Post Number: 62
|Posted on Wednesday, February 09, 2005 - 02:31 pm: |
Sorry...I don't have the source for this:
Zora's Due: TV Brings Hurston To Life
LOS ANGELES - In producing a television movie of her
favorite love story, Oprah Winfrey lined up good friend
Halle Berry to star, entrusted the script to a Pulitzer
Prize-winning playwright and lavished attention on the
project. Yet the talk-show queen has a long-term hope for
"Their Eyes Were Watching God," the film of the 1937 novel
by Zora Neale Hurston, Eatonville, Fla.'s most celebrated
"My goal is to get as many people to see it as possible and
to elevate Zora Neale Hurston," Winfrey says. "If two weeks
after the film Zora Neale Hurston's name is on the
best-seller list, we would have won." Oscar-winner Berry
takes the central role of Janie Crawford, whose search for
fulfillment takes place in Central Florida. The film will
air from 9 to 11:30 p.m. EST March 6 on ABC.
"To be a part of bringing Zora's work to life is something
that will be a part of my legacy," Berry says. "It's not
just making movies for the sense of entertaining. It's
actually doing something much deeper." Hurston became a
leading figure in the Harlem Renaissance of the early 20th
century with books that used dialect to explore black
culture, and "Their Eyes Were Watching God" is regarded as
her masterpiece. The novel tells of Janie's tumultuous
relationships with three men and includes a devastating
The film represents a major turning point in the author's
legacy, says Valerie Boyd, who wrote the Hurston biography
"Wrapped in Rainbows" that came out two years ago.
"Occasionally, I'm still surprised how many people are not
aware of her or haven't read her books," Boyd says. "This TV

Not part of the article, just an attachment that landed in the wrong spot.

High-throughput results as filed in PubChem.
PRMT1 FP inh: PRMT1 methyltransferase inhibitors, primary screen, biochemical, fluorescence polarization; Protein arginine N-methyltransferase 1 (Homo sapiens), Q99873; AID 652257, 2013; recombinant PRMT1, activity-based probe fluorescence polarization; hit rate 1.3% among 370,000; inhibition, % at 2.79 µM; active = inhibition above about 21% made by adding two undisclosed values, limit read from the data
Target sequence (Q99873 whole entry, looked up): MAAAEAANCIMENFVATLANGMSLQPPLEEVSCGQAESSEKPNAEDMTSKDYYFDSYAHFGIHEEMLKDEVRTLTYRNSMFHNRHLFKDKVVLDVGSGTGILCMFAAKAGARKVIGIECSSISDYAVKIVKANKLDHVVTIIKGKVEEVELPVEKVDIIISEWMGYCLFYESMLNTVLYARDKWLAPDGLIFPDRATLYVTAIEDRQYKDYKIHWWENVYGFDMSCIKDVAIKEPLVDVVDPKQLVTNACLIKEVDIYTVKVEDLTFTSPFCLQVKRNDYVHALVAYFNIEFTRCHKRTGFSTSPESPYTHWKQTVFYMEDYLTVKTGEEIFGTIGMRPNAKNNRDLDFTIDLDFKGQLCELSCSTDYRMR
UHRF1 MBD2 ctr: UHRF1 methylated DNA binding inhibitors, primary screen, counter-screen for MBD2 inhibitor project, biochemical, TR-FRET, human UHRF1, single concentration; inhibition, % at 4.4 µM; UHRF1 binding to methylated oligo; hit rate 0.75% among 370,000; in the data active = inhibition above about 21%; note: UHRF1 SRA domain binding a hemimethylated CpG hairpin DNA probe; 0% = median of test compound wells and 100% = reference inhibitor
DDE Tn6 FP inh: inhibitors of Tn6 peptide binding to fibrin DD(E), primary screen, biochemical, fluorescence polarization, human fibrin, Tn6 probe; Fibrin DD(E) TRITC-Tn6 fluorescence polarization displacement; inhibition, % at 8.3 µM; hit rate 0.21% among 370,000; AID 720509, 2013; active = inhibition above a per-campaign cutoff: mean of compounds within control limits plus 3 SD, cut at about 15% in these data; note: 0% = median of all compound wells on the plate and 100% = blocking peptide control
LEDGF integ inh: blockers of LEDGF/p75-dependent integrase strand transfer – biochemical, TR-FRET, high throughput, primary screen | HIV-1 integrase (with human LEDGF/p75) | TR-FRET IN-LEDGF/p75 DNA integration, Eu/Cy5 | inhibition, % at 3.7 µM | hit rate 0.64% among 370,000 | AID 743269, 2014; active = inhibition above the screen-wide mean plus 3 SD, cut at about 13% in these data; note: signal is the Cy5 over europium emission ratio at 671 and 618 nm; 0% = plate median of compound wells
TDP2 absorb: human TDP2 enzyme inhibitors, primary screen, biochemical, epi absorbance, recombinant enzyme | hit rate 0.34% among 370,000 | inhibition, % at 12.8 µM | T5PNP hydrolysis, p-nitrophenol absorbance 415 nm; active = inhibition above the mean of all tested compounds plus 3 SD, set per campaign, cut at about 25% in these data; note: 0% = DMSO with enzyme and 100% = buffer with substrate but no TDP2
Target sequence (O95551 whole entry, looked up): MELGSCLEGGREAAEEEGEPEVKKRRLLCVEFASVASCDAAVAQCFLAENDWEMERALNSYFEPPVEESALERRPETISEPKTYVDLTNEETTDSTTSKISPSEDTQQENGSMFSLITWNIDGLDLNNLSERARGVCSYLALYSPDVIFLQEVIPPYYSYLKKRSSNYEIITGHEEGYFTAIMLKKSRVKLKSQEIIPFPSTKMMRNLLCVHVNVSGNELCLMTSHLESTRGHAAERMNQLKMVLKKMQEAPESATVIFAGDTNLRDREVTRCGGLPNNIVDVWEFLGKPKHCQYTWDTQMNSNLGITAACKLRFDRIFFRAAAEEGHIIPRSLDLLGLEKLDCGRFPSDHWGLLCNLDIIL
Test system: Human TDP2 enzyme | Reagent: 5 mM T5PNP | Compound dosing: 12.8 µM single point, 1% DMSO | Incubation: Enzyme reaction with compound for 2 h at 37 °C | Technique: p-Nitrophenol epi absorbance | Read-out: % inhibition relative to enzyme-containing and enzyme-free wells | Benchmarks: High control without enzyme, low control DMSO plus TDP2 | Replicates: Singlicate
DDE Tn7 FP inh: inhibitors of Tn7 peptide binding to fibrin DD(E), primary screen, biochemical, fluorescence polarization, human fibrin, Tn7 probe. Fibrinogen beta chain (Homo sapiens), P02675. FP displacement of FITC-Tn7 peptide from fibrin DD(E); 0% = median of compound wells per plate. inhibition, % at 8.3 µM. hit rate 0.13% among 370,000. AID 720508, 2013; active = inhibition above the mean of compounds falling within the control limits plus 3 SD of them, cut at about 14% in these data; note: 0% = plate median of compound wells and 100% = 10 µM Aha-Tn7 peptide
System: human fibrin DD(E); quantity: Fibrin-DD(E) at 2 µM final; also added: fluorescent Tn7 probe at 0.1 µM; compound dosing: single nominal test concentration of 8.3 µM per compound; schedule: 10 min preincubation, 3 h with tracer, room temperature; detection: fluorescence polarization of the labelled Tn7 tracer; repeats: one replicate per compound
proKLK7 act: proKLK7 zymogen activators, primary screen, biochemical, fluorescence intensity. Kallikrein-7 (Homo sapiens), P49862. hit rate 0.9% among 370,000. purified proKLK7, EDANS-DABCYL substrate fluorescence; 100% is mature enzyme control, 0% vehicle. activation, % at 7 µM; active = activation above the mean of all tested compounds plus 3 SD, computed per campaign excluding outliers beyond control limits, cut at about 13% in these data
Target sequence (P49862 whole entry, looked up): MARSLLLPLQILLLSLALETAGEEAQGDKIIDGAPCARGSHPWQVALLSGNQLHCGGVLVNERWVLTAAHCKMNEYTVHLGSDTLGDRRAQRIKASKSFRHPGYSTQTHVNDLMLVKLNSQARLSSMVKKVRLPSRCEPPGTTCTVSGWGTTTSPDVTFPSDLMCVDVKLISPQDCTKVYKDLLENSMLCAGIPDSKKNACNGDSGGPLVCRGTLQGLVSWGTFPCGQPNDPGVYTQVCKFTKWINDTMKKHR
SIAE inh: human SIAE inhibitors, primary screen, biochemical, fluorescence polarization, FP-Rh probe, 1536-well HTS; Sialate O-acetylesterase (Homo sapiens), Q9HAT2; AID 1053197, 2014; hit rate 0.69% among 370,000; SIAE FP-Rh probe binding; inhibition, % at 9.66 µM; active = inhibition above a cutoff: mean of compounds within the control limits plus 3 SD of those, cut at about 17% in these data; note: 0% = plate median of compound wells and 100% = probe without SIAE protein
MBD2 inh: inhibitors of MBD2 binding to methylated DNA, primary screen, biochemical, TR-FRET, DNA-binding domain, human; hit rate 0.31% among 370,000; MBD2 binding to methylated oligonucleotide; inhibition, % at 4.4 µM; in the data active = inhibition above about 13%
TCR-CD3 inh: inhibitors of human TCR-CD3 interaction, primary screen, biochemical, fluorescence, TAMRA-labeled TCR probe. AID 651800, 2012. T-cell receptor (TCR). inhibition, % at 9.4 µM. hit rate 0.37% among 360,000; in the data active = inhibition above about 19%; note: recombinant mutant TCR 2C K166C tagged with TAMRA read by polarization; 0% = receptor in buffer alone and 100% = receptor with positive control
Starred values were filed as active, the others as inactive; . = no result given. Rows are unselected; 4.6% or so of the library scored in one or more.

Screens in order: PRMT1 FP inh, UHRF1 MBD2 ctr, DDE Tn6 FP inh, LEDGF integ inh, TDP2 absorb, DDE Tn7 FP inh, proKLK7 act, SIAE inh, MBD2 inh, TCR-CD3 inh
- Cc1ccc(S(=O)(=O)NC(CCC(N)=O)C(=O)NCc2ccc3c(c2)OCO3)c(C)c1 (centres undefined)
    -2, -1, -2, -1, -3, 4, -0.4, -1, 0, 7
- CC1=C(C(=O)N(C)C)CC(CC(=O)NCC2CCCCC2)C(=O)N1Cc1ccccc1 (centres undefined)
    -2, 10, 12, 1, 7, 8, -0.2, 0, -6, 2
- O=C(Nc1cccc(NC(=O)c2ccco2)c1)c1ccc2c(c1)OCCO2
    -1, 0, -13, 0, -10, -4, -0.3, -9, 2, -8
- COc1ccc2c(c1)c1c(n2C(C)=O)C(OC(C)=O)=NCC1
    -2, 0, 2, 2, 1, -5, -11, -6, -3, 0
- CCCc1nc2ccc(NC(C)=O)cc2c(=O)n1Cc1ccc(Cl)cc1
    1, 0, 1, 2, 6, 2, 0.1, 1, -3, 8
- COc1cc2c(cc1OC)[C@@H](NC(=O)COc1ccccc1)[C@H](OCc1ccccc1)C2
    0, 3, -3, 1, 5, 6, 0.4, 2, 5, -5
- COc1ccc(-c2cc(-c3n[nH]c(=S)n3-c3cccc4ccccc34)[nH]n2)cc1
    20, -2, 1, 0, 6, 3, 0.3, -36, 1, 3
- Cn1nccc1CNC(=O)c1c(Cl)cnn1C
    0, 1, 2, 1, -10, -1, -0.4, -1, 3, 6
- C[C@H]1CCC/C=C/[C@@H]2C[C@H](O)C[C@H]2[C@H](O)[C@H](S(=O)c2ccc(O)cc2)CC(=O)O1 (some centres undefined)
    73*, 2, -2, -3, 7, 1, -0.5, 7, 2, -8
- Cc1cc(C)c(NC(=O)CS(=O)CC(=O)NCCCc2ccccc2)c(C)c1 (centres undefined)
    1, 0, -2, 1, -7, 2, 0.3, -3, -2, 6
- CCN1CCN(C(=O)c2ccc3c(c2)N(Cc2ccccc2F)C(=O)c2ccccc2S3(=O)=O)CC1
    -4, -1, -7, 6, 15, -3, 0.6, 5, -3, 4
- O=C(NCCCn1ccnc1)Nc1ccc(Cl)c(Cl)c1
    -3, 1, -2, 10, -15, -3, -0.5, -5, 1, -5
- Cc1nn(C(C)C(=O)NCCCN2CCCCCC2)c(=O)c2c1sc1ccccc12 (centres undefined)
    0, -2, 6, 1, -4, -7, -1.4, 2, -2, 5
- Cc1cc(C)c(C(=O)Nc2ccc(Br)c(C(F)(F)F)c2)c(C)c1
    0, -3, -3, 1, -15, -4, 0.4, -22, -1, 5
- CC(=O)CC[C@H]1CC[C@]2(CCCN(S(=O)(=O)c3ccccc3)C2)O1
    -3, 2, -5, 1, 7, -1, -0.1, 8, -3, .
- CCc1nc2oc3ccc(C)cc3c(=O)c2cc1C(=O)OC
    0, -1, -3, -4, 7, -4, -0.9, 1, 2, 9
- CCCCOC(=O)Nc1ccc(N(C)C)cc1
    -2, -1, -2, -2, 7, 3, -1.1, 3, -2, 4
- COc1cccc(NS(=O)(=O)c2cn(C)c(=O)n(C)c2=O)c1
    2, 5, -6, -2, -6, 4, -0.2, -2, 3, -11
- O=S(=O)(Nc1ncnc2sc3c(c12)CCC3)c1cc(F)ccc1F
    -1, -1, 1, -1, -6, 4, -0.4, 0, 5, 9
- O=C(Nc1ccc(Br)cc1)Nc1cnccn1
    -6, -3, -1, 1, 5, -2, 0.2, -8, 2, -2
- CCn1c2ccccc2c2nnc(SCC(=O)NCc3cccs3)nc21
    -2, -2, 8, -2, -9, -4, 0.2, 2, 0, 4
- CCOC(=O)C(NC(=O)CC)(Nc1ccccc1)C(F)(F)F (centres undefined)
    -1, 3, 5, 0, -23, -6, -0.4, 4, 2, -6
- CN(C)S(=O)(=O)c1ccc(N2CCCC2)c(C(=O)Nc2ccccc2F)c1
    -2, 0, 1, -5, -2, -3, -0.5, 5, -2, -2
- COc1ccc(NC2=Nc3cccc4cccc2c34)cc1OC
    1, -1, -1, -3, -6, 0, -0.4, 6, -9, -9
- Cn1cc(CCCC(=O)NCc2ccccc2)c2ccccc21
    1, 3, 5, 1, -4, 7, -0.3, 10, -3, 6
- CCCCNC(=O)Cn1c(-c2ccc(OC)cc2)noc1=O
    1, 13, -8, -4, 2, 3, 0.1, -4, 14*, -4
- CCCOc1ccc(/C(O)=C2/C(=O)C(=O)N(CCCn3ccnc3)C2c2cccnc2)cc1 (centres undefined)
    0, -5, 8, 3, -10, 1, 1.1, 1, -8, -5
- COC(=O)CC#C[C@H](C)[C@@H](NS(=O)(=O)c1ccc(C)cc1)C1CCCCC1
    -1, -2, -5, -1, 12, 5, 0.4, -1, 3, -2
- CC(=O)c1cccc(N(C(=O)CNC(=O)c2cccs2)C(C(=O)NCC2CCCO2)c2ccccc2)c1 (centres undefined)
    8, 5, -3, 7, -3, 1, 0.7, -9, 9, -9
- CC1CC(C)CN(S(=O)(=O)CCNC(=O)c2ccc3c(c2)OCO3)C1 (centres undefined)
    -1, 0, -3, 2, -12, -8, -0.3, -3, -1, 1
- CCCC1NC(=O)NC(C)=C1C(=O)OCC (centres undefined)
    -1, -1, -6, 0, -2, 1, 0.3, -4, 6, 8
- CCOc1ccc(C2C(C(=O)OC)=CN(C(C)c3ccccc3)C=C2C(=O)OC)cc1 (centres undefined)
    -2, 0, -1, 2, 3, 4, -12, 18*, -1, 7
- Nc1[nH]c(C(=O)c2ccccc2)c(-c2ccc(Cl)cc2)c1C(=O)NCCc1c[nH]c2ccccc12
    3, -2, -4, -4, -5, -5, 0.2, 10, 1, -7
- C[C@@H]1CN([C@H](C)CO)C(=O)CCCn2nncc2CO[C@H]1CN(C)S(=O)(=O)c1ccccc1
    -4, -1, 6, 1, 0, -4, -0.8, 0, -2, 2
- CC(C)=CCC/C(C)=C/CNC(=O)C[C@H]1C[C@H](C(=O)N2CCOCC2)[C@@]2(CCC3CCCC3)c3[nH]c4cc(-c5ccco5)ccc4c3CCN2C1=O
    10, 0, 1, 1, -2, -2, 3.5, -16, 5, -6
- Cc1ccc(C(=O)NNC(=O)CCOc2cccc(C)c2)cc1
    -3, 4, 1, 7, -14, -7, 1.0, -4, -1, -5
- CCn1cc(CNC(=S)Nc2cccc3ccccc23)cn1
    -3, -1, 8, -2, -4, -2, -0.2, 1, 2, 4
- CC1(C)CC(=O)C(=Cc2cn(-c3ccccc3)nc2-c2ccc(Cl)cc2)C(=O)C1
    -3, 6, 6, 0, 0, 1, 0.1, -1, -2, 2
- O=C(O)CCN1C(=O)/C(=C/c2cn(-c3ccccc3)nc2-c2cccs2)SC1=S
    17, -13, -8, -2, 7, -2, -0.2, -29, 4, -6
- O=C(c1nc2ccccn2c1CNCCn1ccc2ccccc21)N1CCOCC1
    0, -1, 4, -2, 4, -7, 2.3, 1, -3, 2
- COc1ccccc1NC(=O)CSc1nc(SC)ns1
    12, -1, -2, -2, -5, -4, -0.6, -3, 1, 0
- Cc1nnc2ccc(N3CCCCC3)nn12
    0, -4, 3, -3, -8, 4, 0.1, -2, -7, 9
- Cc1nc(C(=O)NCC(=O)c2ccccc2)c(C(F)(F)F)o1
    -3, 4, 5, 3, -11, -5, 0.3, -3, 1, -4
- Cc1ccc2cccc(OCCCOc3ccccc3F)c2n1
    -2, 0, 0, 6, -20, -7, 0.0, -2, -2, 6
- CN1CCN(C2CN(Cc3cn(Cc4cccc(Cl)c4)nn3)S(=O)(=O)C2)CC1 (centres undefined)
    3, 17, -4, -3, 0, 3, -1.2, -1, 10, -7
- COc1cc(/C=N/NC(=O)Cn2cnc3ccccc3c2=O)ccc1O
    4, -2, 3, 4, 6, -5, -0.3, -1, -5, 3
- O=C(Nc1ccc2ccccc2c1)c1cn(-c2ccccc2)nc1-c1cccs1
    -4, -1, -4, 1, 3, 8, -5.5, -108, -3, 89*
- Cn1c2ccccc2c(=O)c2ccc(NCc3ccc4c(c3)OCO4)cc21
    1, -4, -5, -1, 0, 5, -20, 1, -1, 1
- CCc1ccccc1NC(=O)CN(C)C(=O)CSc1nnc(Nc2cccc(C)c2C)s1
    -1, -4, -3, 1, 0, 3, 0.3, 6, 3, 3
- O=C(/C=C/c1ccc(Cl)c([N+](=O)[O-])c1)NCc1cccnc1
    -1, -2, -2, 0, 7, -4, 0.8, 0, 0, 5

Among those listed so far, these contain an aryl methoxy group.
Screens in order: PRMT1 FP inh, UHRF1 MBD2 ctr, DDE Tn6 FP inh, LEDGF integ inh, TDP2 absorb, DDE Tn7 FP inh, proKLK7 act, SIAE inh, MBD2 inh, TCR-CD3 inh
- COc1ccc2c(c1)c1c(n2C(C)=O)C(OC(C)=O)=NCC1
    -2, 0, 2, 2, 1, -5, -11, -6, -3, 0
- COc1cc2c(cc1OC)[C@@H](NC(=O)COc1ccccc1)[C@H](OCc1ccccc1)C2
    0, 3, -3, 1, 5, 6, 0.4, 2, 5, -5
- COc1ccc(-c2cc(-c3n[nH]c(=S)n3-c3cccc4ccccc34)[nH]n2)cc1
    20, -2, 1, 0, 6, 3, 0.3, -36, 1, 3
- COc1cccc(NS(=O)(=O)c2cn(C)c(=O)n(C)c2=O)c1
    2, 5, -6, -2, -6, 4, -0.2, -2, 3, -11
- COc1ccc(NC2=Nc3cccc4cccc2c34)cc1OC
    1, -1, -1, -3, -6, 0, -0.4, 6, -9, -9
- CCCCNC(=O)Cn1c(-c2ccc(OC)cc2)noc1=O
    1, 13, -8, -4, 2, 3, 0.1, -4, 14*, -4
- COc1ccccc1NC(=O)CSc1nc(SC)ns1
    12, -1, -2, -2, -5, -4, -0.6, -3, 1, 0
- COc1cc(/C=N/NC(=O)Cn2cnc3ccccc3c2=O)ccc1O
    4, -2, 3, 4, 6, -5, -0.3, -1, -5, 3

adaptation will change all that. It catapults her into pop
culture, into the mainstream. What's more mainstream than
ABC and Oprah Winfrey and Halle Berry?"
Hurston died in penniless obscurity in 1960. Alice Walker,
author of "The Color Purple," helped revive interest in
Hurston with a 1975 essay for Ms. magazine about finding the
novelist's unmarked grave in Fort Pierce, Fla.
The fascination with Hurston has grown steadily during the
past 30 years, from biographies to a postage stamp to the
Zora Neale Hurston Festival of the Arts and Humanities. That
event, marking its 16th year, runs Wednesday through Sunday
around Central Florida.
N.Y. Nathiri, the festival's general manager, says the
maverick heroine and older woman-younger man love story in
"Their Eyes Were Watching God" are likely to hook viewers.
"If you sit there and listen, you're going to be drawn in,"
Nathiri says. "Having it on television is almost like she
(Hurston) could be rediscovered. To people not reading, it's
going to make an impact."
Winfrey and her colleagues went the television route rather
than the big screen to reach those possible readers.
"We all know the fickleness of the film industry," Berry
says. "Television is easy: Turn on the TV, it's free and
watch it. That was the way for us to reach the masses."
Winfrey will promote the movie from her high-rated talk show